Epigene: A Wall Street Odyssey (The City, The Country and Back Again)


RIYL: The Who, Rush, Yes

On paper, I should like this album.  It has many of the elements I like in rock music:  big themes, a narrative, and prog-rock flourishes.  But this is quite possibly the worst album I have heard in this genre for a long time – and yet I admire the moxie of Epigene, the husband and wife duo of Sean Bigler and Bonnie Lykes. I mean, who has the balls to produce a two-CD concept album – especially in 2010?  Well, I think we know the answer to that question, but simply producing such an opus of this scale isn’t enough; one has to have substance.  And while the story of A Wall Street Odyssey (The, City, The Country and Back Again) isn’t short on earnestness, it lacks an important ingredient in rock operas: a certain amount of subtly, and a generous helping of hooks and thunderous power chords.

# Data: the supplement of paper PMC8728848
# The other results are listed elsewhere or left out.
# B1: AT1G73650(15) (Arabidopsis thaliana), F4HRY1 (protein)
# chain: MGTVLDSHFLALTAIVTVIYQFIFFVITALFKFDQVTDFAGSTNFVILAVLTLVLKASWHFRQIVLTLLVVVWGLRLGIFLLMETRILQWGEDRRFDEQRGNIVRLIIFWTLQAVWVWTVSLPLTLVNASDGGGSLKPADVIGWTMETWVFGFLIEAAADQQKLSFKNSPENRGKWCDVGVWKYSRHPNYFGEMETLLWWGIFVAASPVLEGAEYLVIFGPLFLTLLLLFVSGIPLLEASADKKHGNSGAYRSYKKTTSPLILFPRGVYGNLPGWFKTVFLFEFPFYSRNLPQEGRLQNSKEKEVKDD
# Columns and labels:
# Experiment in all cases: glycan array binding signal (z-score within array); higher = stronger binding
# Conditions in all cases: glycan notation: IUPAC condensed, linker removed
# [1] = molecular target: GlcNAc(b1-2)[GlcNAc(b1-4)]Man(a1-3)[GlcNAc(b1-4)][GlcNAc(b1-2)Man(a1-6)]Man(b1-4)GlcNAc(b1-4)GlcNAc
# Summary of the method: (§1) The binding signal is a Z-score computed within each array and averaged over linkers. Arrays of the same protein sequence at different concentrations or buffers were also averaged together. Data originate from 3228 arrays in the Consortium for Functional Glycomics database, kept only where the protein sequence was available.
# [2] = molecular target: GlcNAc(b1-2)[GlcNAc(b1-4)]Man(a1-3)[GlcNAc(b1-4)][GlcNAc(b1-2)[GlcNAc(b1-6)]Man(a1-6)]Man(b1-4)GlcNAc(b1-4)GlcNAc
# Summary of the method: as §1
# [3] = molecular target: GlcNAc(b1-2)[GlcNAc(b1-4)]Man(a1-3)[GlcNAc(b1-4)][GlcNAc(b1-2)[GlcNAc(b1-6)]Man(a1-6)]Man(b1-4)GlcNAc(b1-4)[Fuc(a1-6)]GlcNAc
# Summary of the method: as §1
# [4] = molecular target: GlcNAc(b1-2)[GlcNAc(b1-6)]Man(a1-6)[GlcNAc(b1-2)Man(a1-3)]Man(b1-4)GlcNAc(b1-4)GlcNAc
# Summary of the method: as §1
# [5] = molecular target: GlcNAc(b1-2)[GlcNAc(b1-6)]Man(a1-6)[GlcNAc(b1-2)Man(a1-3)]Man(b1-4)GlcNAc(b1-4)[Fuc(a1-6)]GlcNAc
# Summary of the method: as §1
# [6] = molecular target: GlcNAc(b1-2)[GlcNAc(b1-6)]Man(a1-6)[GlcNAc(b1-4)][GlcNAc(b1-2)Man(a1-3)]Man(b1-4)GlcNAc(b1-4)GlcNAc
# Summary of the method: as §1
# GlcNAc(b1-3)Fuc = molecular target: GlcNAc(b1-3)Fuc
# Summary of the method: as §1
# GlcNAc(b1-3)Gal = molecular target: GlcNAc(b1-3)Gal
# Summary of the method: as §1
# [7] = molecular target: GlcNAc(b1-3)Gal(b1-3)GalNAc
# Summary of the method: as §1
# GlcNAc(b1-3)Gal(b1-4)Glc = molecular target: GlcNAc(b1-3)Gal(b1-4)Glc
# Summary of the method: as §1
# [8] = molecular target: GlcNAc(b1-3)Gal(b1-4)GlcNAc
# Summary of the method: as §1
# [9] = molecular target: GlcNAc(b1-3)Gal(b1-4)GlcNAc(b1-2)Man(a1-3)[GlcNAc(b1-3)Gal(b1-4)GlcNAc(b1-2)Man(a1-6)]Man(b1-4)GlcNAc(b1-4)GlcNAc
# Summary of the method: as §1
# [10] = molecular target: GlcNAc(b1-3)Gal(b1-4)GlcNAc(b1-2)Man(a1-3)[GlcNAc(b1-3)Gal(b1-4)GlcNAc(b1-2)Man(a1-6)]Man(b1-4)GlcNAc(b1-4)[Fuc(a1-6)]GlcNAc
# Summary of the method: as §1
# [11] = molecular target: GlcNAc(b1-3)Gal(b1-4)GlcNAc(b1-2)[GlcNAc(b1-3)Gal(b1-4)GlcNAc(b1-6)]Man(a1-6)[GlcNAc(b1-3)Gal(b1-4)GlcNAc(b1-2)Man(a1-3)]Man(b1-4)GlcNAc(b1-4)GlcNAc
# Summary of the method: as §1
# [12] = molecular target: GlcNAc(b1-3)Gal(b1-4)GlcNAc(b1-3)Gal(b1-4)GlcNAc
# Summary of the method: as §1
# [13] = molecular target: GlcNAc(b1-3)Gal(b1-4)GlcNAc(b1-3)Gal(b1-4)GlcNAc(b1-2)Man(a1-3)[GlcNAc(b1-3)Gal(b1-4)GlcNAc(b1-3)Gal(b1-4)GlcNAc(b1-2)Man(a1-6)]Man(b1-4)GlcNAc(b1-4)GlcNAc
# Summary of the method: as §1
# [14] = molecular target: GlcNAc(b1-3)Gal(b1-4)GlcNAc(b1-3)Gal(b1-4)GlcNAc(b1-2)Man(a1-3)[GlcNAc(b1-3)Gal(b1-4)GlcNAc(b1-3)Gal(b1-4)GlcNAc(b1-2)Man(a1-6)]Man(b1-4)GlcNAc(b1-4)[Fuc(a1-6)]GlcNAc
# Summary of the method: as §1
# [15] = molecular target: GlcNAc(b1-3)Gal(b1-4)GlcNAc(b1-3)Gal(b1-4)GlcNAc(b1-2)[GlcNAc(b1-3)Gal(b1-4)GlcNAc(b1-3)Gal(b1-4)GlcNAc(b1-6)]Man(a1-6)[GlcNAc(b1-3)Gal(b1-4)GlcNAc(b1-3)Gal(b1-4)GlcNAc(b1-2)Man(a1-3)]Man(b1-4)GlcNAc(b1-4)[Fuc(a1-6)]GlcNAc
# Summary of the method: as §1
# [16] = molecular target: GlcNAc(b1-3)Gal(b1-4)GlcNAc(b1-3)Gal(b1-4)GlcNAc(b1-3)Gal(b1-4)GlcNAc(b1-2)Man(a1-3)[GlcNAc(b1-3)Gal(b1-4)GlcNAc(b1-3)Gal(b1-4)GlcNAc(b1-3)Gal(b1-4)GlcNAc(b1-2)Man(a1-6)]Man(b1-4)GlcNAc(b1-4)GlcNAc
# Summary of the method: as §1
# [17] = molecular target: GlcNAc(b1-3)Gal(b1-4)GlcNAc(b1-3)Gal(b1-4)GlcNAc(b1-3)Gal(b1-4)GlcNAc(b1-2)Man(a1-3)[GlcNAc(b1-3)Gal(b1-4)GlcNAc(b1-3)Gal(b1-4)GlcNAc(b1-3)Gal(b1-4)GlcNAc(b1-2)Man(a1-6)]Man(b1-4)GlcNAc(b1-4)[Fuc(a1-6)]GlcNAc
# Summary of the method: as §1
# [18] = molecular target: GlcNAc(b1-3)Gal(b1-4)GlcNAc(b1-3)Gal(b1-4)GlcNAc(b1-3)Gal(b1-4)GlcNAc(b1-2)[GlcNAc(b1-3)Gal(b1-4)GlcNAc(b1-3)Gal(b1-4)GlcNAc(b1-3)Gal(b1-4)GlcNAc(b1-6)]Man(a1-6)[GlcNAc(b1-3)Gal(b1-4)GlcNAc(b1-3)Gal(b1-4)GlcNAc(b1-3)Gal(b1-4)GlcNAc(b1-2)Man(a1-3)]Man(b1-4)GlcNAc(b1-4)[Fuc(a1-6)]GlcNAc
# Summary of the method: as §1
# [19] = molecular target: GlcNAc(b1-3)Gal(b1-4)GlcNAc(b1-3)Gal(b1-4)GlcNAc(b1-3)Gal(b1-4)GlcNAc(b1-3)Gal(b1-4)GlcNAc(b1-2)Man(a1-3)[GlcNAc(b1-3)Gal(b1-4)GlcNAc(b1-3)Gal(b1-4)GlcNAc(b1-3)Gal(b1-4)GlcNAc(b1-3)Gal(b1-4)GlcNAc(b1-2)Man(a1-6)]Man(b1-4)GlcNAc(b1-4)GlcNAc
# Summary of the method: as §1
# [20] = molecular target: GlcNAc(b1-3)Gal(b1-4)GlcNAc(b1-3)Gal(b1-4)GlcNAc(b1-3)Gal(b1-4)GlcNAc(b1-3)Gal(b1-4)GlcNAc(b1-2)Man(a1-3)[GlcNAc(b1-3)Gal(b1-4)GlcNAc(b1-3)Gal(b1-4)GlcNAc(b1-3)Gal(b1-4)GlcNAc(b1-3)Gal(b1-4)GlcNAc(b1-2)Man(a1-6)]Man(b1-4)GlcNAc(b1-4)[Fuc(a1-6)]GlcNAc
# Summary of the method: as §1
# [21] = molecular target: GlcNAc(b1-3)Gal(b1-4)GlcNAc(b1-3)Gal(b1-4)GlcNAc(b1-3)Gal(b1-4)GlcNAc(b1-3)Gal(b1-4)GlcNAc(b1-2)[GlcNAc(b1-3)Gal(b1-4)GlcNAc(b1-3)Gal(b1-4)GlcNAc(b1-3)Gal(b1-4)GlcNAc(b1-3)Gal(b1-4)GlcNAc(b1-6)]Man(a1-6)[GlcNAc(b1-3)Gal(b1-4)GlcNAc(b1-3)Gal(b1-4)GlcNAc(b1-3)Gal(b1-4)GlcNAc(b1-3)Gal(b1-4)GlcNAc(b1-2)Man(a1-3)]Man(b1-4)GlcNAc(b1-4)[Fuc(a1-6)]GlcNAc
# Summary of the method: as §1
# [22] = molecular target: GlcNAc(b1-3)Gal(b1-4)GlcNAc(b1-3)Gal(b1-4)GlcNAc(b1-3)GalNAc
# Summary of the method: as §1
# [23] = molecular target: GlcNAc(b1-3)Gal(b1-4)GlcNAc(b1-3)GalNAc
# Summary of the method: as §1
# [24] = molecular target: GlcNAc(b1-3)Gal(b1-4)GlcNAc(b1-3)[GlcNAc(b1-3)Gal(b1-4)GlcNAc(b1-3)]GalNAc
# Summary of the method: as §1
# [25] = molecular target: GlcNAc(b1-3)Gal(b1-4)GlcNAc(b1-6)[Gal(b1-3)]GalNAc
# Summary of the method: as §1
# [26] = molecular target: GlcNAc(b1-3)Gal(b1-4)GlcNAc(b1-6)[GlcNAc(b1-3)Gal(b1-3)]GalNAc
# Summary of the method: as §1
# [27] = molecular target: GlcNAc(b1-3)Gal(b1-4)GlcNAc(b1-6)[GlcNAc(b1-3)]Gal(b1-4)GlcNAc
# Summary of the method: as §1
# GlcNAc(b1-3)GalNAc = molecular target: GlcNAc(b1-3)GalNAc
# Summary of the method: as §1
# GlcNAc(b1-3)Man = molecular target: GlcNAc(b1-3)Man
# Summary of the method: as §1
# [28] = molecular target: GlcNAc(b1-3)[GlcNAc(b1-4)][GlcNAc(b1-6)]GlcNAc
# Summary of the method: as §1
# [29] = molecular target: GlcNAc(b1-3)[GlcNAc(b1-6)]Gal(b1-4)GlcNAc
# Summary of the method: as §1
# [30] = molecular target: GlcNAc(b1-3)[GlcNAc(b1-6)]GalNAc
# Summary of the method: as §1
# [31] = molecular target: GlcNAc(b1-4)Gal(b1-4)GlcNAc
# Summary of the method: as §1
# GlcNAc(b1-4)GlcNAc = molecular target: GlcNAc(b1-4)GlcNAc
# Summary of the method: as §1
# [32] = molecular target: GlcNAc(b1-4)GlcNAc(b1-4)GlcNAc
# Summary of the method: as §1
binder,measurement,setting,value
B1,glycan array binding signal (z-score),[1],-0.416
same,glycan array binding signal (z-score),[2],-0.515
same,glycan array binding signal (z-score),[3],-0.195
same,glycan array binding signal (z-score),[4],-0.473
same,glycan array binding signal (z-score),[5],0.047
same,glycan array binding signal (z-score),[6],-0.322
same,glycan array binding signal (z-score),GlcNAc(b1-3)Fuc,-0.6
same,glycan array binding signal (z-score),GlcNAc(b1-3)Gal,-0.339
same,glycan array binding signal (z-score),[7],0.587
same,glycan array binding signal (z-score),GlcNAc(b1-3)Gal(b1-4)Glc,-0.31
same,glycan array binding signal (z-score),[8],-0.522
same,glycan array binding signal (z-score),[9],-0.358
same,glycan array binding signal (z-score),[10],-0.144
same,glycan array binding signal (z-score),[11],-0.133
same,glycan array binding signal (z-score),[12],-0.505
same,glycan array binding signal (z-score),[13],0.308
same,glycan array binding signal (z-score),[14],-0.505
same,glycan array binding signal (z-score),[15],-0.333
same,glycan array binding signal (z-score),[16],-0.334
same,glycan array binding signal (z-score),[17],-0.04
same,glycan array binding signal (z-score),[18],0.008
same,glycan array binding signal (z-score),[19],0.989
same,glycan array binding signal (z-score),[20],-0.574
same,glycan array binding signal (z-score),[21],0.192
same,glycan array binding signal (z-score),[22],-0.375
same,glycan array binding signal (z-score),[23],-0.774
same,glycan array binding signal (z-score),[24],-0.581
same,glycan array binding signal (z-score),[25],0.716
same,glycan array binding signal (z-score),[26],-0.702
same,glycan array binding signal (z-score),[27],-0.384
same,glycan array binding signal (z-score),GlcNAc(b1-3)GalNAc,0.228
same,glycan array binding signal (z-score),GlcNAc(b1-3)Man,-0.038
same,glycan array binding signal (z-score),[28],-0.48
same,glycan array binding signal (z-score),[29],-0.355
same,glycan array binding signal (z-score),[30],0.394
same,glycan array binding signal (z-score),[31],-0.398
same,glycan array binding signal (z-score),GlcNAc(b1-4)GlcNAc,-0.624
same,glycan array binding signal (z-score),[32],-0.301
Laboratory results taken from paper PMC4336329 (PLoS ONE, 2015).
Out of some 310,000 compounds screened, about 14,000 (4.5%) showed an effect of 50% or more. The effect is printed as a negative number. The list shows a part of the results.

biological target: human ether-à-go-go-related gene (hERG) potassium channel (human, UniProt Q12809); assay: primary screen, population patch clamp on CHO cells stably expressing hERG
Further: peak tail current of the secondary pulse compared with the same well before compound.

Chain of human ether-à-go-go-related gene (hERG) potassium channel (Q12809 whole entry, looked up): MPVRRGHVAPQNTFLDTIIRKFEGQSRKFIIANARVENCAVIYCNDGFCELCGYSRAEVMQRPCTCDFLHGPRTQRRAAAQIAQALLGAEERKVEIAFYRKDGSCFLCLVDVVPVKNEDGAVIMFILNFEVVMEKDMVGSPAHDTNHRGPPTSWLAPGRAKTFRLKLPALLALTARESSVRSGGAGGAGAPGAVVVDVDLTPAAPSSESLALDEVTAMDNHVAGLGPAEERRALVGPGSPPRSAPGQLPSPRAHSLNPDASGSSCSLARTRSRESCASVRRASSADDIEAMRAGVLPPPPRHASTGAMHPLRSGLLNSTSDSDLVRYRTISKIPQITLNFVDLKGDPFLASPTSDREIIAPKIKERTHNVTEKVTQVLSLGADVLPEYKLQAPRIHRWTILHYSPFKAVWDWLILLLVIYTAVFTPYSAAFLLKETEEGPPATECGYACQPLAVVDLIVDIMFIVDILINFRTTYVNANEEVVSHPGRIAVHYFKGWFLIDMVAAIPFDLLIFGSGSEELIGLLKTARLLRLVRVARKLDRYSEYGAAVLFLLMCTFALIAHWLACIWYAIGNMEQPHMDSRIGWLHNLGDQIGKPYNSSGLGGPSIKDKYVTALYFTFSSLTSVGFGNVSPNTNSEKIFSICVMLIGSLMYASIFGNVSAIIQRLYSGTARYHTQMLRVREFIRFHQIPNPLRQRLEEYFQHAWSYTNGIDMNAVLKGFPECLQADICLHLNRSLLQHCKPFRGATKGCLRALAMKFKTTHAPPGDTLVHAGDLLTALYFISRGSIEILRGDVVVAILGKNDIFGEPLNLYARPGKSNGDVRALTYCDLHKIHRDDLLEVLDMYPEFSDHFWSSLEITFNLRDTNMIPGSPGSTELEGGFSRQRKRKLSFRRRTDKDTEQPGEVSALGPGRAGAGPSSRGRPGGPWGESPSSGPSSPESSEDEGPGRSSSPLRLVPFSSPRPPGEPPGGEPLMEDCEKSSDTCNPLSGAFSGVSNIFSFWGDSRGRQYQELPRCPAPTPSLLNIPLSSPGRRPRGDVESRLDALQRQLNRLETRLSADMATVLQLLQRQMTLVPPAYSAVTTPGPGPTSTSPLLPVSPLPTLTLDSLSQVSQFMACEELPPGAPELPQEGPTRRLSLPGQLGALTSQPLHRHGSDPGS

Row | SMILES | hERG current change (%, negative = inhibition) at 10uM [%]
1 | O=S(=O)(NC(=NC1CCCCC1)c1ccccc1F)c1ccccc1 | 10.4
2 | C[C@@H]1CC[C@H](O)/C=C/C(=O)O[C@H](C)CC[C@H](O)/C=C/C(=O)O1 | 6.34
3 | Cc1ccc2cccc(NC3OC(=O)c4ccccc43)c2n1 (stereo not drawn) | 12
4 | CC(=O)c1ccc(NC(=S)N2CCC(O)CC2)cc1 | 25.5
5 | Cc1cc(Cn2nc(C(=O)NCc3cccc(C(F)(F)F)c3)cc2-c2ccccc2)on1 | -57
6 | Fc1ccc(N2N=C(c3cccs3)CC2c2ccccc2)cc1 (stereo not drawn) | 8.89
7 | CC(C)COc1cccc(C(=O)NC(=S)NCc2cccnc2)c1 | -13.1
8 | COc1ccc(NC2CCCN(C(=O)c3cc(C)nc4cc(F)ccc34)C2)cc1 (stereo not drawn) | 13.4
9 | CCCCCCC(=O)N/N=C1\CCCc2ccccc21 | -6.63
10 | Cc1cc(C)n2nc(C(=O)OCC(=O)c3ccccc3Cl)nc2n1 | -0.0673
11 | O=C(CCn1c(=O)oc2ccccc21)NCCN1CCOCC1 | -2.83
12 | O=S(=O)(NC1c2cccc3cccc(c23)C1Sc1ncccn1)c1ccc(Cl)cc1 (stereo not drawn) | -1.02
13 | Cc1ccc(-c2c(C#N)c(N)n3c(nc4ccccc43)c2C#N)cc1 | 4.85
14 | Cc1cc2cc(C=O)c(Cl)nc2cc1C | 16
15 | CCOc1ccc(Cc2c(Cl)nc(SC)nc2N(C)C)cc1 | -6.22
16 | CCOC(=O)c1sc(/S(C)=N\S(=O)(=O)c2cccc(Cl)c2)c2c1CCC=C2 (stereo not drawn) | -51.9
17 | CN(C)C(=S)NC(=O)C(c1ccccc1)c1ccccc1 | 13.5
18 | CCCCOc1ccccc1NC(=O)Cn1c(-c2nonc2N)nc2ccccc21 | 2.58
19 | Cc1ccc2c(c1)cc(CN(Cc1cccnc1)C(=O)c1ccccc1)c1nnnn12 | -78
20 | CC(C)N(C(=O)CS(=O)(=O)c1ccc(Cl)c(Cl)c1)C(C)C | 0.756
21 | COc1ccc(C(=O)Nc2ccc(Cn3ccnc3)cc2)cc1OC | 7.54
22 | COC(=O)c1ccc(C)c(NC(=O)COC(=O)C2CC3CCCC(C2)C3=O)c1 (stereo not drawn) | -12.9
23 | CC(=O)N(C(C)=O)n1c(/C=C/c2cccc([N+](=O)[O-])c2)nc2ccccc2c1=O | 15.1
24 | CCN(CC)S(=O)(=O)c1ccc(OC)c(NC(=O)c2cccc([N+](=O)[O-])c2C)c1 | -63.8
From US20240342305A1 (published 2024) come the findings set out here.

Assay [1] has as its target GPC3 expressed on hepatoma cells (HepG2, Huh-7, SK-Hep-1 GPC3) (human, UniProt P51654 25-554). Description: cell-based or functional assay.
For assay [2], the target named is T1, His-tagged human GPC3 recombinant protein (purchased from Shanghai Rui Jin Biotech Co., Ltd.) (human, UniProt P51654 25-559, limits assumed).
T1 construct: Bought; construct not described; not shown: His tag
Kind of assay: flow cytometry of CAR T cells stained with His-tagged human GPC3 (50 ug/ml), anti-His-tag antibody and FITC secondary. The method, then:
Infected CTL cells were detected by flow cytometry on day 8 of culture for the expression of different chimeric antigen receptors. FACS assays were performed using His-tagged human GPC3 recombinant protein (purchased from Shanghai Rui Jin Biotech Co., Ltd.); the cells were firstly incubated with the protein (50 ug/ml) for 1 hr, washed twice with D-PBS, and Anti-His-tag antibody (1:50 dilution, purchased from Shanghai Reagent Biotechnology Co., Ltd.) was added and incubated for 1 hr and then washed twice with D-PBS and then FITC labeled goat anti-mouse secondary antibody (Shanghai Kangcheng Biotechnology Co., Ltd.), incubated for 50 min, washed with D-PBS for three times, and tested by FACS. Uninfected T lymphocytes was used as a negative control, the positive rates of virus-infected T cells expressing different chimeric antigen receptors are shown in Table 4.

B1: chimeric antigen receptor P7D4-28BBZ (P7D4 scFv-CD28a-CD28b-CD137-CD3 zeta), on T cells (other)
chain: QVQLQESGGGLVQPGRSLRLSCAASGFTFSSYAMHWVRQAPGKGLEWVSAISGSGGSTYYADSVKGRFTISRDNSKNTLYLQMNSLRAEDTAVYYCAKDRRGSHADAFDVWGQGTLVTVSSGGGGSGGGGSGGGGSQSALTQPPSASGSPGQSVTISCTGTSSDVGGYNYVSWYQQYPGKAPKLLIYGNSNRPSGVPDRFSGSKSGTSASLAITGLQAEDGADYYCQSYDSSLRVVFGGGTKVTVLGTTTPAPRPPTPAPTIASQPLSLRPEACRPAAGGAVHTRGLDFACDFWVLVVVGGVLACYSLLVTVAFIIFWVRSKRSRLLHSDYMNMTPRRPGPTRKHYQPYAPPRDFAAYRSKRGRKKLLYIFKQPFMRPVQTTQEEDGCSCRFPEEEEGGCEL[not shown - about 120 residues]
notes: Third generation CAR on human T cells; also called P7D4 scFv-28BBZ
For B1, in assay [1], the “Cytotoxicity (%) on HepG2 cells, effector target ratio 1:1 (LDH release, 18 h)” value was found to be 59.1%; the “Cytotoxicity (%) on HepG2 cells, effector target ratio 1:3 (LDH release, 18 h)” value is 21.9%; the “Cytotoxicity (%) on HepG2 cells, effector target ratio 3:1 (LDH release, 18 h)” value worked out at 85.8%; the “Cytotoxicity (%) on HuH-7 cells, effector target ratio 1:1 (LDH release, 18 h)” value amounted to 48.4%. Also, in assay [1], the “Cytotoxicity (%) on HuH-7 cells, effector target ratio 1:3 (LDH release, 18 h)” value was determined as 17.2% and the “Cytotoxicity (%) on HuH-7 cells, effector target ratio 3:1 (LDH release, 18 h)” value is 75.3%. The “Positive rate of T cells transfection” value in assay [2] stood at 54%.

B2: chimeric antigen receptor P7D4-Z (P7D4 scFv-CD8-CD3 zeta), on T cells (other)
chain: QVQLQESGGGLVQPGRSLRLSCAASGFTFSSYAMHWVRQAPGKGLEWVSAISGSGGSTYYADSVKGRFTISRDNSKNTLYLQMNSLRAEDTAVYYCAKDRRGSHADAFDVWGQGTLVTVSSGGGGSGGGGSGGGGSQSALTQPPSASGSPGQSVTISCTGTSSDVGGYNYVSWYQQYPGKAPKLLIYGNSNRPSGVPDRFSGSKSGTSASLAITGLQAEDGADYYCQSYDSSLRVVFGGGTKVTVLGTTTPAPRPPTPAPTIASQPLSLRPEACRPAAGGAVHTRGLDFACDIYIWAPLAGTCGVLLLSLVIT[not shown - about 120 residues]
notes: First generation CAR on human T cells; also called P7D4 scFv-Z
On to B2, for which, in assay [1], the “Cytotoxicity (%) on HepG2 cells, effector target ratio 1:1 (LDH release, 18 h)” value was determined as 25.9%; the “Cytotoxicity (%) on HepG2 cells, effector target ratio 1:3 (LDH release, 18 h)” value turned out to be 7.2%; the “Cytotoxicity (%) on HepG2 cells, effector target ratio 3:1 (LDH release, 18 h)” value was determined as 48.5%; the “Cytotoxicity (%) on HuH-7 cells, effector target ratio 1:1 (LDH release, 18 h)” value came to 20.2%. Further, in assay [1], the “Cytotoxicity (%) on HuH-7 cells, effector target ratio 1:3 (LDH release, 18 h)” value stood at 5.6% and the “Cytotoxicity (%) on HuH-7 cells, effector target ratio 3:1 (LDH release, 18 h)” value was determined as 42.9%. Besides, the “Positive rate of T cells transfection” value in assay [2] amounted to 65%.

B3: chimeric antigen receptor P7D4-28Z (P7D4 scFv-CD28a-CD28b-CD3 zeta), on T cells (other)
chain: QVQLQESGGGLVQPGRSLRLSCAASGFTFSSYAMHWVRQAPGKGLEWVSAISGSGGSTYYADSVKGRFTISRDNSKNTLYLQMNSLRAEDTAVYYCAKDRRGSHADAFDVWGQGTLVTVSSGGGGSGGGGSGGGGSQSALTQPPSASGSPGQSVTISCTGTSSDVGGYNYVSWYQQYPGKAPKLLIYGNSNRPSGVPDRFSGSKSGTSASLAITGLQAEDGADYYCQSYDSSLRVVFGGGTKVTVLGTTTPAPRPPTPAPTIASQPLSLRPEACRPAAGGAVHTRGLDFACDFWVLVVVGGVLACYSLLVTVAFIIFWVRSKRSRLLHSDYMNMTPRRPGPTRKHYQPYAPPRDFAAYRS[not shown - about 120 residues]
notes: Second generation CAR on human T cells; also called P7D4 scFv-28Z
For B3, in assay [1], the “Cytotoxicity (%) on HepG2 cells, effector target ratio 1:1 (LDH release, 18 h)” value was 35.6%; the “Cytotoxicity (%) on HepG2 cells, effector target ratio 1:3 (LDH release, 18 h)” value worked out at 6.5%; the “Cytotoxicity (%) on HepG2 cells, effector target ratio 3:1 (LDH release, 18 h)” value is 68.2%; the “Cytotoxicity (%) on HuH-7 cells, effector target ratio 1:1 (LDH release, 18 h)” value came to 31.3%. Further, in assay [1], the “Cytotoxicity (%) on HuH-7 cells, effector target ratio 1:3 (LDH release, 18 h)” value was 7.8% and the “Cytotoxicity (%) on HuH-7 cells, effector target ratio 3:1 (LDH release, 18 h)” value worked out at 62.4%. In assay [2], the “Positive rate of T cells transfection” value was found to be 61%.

The story follows Yossarian (in a nod to Joseph Heller’s “Catch 22”) from his career as a Wall Street stockbroker, to drug-addicted homeless victim of corporate downsizing, to being saved by his brother and brought to an agrarian commune of left-libertarians where he learns to toil on the land, commune with nature, and find love. After some time has elapsed,  Yossarian finds he’s compelled “go back” to the belly of the beast and tell anyone who will listen about the virtue of land and living simply. Naturally, the sight of a bearded country bumpkin spouting the evils of corporate capitalism, dense urbanism, and the culture it breeds is met with disdain. And even though Yossarian is ostracized for his beliefs, the financial and political apocalypse he warns the city-dwellers comes to pass, and, predictably, a one-world fascist government arises and oppresses the people.  Yossarian (with the help of a bicycle that flies) is able to leave the city and get back to the freedom of the country – believing, in the end, that he has to let each find their own way in the world.